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Question How do you really know? - September 4th 2017, 02:56 AM

How does someone know if they are being abused (verbally, emotionally, psychologically, etc.)?
(in terms of abuse, not physical/sexual, but the other stuff, the complex side of it...)

What would someone possibly do about that? How would one really know the signs of that abuse happening to them?

How does it relate when after the 'abuse' they are "normal" and treating the person normally? However, going back to the 'abuse'?

How would someone be able to actually keep up with it all?

All is left are these confused feelings, thoughts, and reactions to things...

Where, the tell-tale signs are usually, how that person feels around that person and if they have changed about outlooks with that/those people. What if, it's so confusing that there isn't away to identify anything anymore?

What does someone do about it?

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Re: How do you really know? - September 6th 2017, 02:56 AM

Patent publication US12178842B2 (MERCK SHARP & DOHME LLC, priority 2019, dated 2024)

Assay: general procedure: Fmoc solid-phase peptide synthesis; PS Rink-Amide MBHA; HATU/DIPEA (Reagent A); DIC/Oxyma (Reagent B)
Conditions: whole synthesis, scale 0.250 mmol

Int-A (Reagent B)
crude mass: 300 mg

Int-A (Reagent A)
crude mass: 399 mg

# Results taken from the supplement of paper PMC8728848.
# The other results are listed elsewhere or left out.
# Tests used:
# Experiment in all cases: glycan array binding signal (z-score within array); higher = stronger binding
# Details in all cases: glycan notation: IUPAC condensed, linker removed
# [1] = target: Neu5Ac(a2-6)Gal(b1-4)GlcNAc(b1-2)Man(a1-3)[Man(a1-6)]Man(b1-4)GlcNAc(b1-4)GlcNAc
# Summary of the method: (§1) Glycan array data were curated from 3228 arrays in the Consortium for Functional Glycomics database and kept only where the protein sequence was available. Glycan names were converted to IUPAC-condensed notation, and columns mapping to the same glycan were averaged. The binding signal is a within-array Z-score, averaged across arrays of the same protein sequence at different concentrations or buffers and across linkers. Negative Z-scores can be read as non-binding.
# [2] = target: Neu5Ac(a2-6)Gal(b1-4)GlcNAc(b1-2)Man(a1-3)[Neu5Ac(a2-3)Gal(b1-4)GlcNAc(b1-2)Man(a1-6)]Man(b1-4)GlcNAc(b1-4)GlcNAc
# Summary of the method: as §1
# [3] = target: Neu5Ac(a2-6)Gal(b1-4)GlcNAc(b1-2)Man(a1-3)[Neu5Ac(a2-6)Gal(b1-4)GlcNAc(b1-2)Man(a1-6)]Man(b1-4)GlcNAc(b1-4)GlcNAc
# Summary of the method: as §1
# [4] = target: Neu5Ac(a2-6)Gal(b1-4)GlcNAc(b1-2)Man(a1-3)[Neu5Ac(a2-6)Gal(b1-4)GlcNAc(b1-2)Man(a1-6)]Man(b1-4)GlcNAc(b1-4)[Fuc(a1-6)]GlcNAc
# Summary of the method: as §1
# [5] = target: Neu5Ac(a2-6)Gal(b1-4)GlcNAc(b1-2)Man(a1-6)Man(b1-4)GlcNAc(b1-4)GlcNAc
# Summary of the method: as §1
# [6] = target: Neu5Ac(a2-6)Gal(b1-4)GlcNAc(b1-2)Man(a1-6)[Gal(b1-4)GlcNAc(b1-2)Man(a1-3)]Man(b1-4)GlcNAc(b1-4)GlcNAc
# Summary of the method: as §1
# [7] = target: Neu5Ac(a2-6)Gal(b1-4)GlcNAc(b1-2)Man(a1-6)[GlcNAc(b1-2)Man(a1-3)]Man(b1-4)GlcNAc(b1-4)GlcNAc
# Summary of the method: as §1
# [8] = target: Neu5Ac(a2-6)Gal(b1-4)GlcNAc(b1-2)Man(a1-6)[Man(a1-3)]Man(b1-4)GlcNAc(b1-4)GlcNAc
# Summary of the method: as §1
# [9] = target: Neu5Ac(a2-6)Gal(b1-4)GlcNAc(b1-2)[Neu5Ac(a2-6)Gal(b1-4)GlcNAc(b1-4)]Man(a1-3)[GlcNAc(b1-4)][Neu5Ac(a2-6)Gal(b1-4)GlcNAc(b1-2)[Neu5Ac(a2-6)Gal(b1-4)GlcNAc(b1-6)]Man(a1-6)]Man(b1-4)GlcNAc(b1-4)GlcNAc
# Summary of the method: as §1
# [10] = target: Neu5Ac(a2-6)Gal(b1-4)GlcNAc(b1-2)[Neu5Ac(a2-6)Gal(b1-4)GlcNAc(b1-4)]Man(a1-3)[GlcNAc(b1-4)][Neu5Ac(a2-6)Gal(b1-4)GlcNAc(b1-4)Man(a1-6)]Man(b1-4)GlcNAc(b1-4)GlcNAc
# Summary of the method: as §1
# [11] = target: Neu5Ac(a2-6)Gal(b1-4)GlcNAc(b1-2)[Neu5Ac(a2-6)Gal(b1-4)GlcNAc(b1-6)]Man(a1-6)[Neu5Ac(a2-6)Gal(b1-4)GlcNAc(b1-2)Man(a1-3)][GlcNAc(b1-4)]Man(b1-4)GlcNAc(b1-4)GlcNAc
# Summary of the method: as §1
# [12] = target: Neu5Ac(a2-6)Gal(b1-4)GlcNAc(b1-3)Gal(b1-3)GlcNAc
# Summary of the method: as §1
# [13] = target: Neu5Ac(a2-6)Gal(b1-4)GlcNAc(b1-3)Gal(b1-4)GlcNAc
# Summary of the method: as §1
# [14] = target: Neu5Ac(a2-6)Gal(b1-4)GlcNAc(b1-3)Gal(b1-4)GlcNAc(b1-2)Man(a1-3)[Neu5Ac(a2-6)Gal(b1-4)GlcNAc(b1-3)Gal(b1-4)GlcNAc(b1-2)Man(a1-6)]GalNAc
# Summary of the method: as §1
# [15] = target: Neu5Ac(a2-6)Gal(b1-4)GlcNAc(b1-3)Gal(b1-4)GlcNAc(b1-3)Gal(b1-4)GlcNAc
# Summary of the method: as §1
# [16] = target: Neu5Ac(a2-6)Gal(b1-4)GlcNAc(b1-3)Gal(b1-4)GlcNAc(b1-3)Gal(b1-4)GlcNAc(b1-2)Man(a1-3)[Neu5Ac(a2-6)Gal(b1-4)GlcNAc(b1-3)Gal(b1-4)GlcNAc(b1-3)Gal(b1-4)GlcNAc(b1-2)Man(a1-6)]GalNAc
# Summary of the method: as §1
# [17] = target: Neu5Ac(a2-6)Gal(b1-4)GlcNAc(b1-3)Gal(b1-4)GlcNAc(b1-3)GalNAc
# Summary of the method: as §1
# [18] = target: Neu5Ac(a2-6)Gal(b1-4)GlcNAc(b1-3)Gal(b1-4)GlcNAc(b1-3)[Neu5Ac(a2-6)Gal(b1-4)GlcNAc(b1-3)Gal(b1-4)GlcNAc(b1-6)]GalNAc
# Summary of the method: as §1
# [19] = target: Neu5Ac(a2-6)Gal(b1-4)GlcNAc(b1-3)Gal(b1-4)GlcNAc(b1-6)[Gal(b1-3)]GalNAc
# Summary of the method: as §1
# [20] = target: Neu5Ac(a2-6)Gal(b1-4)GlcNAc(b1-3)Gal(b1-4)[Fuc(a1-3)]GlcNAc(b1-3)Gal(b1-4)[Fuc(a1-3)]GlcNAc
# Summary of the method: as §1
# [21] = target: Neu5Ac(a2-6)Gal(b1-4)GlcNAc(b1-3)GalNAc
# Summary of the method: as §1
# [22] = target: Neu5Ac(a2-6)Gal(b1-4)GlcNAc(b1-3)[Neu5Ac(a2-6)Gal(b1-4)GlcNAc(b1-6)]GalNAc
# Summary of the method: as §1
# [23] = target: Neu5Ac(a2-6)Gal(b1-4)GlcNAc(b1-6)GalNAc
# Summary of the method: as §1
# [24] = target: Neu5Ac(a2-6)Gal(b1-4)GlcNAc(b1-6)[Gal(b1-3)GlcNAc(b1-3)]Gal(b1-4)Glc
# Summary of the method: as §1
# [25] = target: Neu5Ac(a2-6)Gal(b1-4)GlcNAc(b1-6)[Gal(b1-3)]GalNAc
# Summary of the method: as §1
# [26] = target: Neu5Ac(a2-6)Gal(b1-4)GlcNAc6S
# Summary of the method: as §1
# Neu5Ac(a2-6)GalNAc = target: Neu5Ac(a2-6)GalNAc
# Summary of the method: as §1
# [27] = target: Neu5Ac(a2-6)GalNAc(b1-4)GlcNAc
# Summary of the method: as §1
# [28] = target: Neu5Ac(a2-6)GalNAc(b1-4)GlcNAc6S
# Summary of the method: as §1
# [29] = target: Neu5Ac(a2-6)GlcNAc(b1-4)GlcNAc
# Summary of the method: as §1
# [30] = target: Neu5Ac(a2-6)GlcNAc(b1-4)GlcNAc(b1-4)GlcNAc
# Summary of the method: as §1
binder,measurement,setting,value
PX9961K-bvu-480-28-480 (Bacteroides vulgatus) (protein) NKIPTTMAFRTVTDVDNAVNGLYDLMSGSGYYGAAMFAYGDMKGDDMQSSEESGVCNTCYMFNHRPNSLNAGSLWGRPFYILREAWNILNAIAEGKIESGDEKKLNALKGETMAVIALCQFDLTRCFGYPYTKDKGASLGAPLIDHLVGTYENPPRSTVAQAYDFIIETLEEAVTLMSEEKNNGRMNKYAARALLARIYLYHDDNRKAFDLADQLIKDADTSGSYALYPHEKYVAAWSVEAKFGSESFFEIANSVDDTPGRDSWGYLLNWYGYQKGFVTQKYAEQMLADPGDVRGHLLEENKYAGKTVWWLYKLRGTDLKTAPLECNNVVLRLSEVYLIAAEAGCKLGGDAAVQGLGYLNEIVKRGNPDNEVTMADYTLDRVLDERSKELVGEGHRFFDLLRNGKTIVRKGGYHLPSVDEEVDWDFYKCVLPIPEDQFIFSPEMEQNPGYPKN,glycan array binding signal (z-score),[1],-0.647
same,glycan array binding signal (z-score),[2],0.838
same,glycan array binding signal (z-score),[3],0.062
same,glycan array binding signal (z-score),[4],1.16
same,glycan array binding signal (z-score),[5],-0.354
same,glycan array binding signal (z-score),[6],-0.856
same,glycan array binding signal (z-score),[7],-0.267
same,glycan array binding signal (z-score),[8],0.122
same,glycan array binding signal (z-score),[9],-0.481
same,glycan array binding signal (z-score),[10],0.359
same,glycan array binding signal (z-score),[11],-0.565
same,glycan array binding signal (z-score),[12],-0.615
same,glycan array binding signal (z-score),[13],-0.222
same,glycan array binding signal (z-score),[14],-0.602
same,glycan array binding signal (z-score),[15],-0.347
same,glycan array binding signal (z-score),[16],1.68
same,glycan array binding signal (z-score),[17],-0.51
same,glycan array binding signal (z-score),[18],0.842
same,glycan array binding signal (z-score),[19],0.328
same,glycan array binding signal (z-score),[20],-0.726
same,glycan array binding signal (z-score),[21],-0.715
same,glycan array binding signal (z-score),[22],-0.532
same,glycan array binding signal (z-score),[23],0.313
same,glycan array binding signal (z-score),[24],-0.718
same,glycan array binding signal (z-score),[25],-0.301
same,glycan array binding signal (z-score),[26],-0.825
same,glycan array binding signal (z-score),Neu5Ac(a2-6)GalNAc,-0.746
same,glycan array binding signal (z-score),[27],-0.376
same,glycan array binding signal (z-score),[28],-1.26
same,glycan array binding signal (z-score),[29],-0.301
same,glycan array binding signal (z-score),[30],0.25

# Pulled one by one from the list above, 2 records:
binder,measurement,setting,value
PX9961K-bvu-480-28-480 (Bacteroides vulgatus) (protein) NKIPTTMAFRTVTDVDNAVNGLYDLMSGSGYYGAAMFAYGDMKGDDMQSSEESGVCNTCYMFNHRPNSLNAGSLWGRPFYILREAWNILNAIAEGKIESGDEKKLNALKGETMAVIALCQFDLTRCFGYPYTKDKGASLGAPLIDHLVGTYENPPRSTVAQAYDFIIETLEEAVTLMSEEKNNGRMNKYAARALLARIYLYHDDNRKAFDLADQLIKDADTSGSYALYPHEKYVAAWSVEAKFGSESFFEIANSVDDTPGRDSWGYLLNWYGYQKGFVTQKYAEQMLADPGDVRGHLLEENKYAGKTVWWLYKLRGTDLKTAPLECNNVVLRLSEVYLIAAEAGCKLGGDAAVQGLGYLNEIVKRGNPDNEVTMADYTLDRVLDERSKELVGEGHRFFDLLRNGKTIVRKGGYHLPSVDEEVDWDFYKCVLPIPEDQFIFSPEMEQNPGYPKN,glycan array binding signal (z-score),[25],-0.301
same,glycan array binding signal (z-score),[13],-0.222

I can't speak for other people, but I can speak for myself.

From what I understand, after abuse (of any type) the victim (or survivor, if that's what you prefer) can have their identity become mixed with the abuse. I know for myself that the abuse became a reflection of my character and, furthermore, a barometer by which I judged my worthiness and worthwhileness in all my relationships. This affected me for many years and drove many of my maladaptive coping mechanisms.

It's hard to pinpoint what changed. I guess it was when I was faced with the final choice: die or learn to live with myself, the person I really am. So I found the will to live, because I didn't want my abuser's actions to be the cause of my death. I refused to die, to make myself small for them. It's been difficult to accept what's actually me and what's the stories put in my head by my abusers, but I had to come to terms with the fact that my abuse does not define who I am. Abuse is something I didn't chose, something violently thrust upon me. I get to choose my identity. I get to choose my story. So I set aside all the voices that said I'm fat, ugly, worthless, no good, never going to amount to anything, etc. I started paying attention to the things the made me happy with myself, like writing a good poem, or successfully being able to help someone, or starting yoga- things that related to a character trait (creativity, compassion, health) and I hung onto that. I made THAT tape part of the ones in my head, part of the story that makes me who I am.